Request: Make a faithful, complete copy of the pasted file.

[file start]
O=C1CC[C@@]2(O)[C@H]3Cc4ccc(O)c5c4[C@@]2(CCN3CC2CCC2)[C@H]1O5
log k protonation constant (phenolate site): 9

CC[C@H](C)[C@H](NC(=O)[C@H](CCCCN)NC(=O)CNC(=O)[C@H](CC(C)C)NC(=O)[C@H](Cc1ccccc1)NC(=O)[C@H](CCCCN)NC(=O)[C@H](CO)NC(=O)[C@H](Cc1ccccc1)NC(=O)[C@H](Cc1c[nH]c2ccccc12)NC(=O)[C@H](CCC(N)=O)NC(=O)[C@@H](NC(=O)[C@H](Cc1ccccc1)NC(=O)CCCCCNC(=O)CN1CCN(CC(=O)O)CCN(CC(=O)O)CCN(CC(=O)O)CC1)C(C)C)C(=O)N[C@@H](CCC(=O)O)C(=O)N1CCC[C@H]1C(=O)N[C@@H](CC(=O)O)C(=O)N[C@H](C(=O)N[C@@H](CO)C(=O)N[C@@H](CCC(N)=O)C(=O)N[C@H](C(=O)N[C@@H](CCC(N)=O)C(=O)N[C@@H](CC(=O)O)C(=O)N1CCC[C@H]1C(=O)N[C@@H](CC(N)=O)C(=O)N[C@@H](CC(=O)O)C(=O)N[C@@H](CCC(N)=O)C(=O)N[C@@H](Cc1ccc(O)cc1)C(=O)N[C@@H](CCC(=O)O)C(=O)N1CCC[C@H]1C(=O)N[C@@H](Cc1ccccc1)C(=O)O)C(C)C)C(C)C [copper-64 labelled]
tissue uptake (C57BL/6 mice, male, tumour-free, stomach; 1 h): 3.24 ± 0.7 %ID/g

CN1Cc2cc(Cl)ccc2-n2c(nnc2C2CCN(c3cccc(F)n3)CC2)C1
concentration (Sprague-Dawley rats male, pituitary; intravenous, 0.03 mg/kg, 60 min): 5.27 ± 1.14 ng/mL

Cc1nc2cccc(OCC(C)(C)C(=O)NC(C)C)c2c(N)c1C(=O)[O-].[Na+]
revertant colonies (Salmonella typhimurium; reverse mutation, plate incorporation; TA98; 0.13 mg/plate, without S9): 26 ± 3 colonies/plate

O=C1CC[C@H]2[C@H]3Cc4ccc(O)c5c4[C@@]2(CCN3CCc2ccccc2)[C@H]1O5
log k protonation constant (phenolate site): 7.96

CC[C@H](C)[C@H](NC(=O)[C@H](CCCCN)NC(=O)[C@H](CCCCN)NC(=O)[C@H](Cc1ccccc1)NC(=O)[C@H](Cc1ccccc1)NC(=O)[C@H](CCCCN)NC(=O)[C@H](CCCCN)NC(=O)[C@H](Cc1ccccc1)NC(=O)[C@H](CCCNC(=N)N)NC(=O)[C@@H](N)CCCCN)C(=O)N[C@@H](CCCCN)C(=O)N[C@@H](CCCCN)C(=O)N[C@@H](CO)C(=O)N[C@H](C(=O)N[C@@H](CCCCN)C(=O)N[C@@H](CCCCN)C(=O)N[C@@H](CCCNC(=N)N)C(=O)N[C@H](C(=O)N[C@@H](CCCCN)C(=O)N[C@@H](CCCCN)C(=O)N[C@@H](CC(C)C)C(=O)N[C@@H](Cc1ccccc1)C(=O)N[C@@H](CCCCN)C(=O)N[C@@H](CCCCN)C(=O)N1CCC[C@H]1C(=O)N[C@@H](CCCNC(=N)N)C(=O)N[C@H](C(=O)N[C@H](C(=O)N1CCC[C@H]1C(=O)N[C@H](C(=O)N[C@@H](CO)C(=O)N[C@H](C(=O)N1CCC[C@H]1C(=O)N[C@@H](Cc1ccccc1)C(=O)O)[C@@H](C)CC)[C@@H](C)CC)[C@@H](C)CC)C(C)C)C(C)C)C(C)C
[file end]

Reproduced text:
O=C1CC[C@@]2(O)[C@H]3Cc4ccc(O)c5c4[C@@]2(CCN3CC2CCC2)[C@H]1O5
log k protonation constant (phenolate site): 9

CC[C@H](C)[C@H](NC(=O)[C@H](CCCCN)NC(=O)CNC(=O)[C@H](CC(C)C)NC(=O)[C@H](Cc1ccccc1)NC(=O)[C@H](CCCCN)NC(=O)[C@H](CO)NC(=O)[C@H](Cc1ccccc1)NC(=O)[C@H](Cc1c[nH]c2ccccc12)NC(=O)[C@H](CCC(N)=O)NC(=O)[C@@H](NC(=O)[C@H](Cc1ccccc1)NC(=O)CCCCCNC(=O)CN1CCN(CC(=O)O)CCN(CC(=O)O)CCN(CC(=O)O)CC1)C(C)C)C(=O)N[C@@H](CCC(=O)O)C(=O)N1CCC[C@H]1C(=O)N[C@@H](CC(=O)O)C(=O)N[C@H](C(=O)N[C@@H](CO)C(=O)N[C@@H](CCC(N)=O)C(=O)N[C@H](C(=O)N[C@@H](CCC(N)=O)C(=O)N[C@@H](CC(=O)O)C(=O)N1CCC[C@H]1C(=O)N[C@@H](CC(N)=O)C(=O)N[C@@H](CC(=O)O)C(=O)N[C@@H](CCC(N)=O)C(=O)N[C@@H](Cc1ccc(O)cc1)C(=O)N[C@@H](CCC(=O)O)C(=O)N1CCC[C@H]1C(=O)N[C@@H](Cc1ccccc1)C(=O)O)C(C)C)C(C)C [copper-64 labelled]
tissue uptake (C57BL/6 mice, male, tumour-free, stomach; 1 h): 3.24 ± 0.7 %ID/g

CN1Cc2cc(Cl)ccc2-n2c(nnc2C2CCN(c3cccc(F)n3)CC2)C1
concentration (Sprague-Dawley rats male, pituitary; intravenous, 0.03 mg/kg, 60 min): 5.27 ± 1.14 ng/mL

Cc1nc2cccc(OCC(C)(C)C(=O)NC(C)C)c2c(N)c1C(=O)[O-].[Na+]
revertant colonies (Salmonella typhimurium; reverse mutation, plate incorporation; TA98; 0.13 mg/plate, without S9): 26 ± 3 colonies/plate

O=C1CC[C@H]2[C@H]3Cc4ccc(O)c5c4[C@@]2(CCN3CCc2ccccc2)[C@H]1O5
log k protonation constant (phenolate site): 7.96

CC[C@H](C)[C@H](NC(=O)[C@H](CCCCN)NC(=O)[C@H](CCCCN)NC(=O)[C@H](Cc1ccccc1)NC(=O)[C@H](Cc1ccccc1)NC(=O)[C@H](CCCCN)NC(=O)[C@H](CCCCN)NC(=O)[C@H](Cc1ccccc1)NC(=O)[C@H](CCCNC(=N)N)NC(=O)[C@@H](N)CCCCN)C(=O)N[C@@H](CCCCN)C(=O)N[C@@H](CCCCN)C(=O)N[C@@H](CO)C(=O)N[C@H](C(=O)N[C@@H](CCCCN)C(=O)N[C@@H](CCCCN)C(=O)N[C@@H](CCCNC(=N)N)C(=O)N[C@H](C(=O)N[C@@H](CCCCN)C(=O)N[C@@H](CCCCN)C(=O)N[C@@H](CC(C)C)C(=O)N[C@@H](Cc1ccccc1)C(=O)N[C@@H](CCCCN)C(=O)N[C@@H](CCCCN)C(=O)N1CCC[C@H]1C(=O)N[C@@H](CCCNC(=N)N)C(=O)N[C@H](C(=O)N[C@H](C(=O)N1CCC[C@H]1C(=O)N[C@H](C(=O)N[C@@H](CO)C(=O)N[C@H](C(=O)N1CCC[C@H]1C(=O)N[C@@H](Cc1ccccc1)C(=O)O)[C@@H](C)CC)[C@@H](C)CC)[C@@H](C)CC)C(C)C)C(C)C)C(C)C